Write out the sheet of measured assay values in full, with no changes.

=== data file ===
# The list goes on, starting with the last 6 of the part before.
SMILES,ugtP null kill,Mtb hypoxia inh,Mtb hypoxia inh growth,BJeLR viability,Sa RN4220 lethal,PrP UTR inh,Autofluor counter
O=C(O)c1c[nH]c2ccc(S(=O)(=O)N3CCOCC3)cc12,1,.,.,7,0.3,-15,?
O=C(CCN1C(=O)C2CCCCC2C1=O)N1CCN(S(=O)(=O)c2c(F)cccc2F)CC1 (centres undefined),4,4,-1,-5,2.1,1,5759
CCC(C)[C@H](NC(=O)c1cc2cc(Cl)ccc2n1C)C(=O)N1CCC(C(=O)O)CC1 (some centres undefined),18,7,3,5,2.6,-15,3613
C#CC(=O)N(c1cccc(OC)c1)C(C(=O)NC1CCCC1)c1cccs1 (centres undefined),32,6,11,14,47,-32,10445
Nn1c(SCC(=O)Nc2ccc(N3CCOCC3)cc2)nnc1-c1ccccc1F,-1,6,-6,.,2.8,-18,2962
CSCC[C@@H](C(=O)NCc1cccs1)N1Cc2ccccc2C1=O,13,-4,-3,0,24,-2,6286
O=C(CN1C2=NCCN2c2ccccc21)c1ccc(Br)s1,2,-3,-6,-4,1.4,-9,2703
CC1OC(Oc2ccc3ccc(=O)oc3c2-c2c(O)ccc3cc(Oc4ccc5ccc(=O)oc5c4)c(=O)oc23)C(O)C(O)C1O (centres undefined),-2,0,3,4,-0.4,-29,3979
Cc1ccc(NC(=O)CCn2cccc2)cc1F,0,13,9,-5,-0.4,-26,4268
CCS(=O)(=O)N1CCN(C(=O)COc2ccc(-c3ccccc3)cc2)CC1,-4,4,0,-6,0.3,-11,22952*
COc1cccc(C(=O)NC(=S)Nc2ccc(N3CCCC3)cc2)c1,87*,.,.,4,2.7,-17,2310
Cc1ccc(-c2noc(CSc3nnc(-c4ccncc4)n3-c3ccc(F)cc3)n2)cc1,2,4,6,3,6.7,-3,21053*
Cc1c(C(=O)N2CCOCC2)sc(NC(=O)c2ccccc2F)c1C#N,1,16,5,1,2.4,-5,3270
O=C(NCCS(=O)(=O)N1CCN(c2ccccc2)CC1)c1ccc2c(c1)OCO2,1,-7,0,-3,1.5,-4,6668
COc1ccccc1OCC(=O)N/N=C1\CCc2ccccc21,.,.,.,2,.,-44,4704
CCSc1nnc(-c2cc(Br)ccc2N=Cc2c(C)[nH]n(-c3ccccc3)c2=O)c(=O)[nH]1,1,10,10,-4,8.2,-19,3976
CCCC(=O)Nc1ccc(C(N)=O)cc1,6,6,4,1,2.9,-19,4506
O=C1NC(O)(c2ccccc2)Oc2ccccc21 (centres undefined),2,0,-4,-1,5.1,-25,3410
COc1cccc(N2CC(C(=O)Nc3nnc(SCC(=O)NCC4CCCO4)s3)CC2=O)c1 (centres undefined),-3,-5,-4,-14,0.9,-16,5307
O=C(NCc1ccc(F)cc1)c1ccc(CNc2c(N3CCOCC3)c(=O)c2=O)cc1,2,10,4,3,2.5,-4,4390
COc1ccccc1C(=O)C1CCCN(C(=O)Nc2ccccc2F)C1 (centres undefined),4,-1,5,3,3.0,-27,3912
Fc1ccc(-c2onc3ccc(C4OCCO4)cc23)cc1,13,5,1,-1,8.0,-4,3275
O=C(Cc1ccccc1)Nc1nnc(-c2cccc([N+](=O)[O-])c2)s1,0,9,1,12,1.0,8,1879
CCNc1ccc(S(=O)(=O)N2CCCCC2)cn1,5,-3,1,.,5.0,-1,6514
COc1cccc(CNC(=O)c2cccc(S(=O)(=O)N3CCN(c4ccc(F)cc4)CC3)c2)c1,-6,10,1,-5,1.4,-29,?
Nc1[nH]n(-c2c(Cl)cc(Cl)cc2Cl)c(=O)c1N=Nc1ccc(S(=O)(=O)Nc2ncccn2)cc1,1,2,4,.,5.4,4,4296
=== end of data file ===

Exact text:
# The list goes on, starting with the last 6 of the part before.
SMILES,ugtP null kill,Mtb hypoxia inh,Mtb hypoxia inh growth,BJeLR viability,Sa RN4220 lethal,PrP UTR inh,Autofluor counter
O=C(O)c1c[nH]c2ccc(S(=O)(=O)N3CCOCC3)cc12,1,.,.,7,0.3,-15,?
O=C(CCN1C(=O)C2CCCCC2C1=O)N1CCN(S(=O)(=O)c2c(F)cccc2F)CC1 (centres undefined),4,4,-1,-5,2.1,1,5759
CCC(C)[C@H](NC(=O)c1cc2cc(Cl)ccc2n1C)C(=O)N1CCC(C(=O)O)CC1 (some centres undefined),18,7,3,5,2.6,-15,3613
C#CC(=O)N(c1cccc(OC)c1)C(C(=O)NC1CCCC1)c1cccs1 (centres undefined),32,6,11,14,47,-32,10445
Nn1c(SCC(=O)Nc2ccc(N3CCOCC3)cc2)nnc1-c1ccccc1F,-1,6,-6,.,2.8,-18,2962
CSCC[C@@H](C(=O)NCc1cccs1)N1Cc2ccccc2C1=O,13,-4,-3,0,24,-2,6286
O=C(CN1C2=NCCN2c2ccccc21)c1ccc(Br)s1,2,-3,-6,-4,1.4,-9,2703
CC1OC(Oc2ccc3ccc(=O)oc3c2-c2c(O)ccc3cc(Oc4ccc5ccc(=O)oc5c4)c(=O)oc23)C(O)C(O)C1O (centres undefined),-2,0,3,4,-0.4,-29,3979
Cc1ccc(NC(=O)CCn2cccc2)cc1F,0,13,9,-5,-0.4,-26,4268
CCS(=O)(=O)N1CCN(C(=O)COc2ccc(-c3ccccc3)cc2)CC1,-4,4,0,-6,0.3,-11,22952*
COc1cccc(C(=O)NC(=S)Nc2ccc(N3CCCC3)cc2)c1,87*,.,.,4,2.7,-17,2310
Cc1ccc(-c2noc(CSc3nnc(-c4ccncc4)n3-c3ccc(F)cc3)n2)cc1,2,4,6,3,6.7,-3,21053*
Cc1c(C(=O)N2CCOCC2)sc(NC(=O)c2ccccc2F)c1C#N,1,16,5,1,2.4,-5,3270
O=C(NCCS(=O)(=O)N1CCN(c2ccccc2)CC1)c1ccc2c(c1)OCO2,1,-7,0,-3,1.5,-4,6668
COc1ccccc1OCC(=O)N/N=C1\CCc2ccccc21,.,.,.,2,.,-44,4704
CCSc1nnc(-c2cc(Br)ccc2N=Cc2c(C)[nH]n(-c3ccccc3)c2=O)c(=O)[nH]1,1,10,10,-4,8.2,-19,3976
CCCC(=O)Nc1ccc(C(N)=O)cc1,6,6,4,1,2.9,-19,4506
O=C1NC(O)(c2ccccc2)Oc2ccccc21 (centres undefined),2,0,-4,-1,5.1,-25,3410
COc1cccc(N2CC(C(=O)Nc3nnc(SCC(=O)NCC4CCCO4)s3)CC2=O)c1 (centres undefined),-3,-5,-4,-14,0.9,-16,5307
O=C(NCc1ccc(F)cc1)c1ccc(CNc2c(N3CCOCC3)c(=O)c2=O)cc1,2,10,4,3,2.5,-4,4390
COc1ccccc1C(=O)C1CCCN(C(=O)Nc2ccccc2F)C1 (centres undefined),4,-1,5,3,3.0,-27,3912
Fc1ccc(-c2onc3ccc(C4OCCO4)cc23)cc1,13,5,1,-1,8.0,-4,3275
O=C(Cc1ccccc1)Nc1nnc(-c2cccc([N+](=O)[O-])c2)s1,0,9,1,12,1.0,8,1879
CCNc1ccc(S(=O)(=O)N2CCCCC2)cn1,5,-3,1,.,5.0,-1,6514
COc1cccc(CNC(=O)c2cccc(S(=O)(=O)N3CCN(c4ccc(F)cc4)CC3)c2)c1,-6,10,1,-5,1.4,-29,?
Nc1[nH]n(-c2c(Cl)cc(Cl)cc2Cl)c(=O)c1N=Nc1ccc(S(=O)(=O)Nc2ncccn2)cc1,1,2,4,.,5.4,4,4296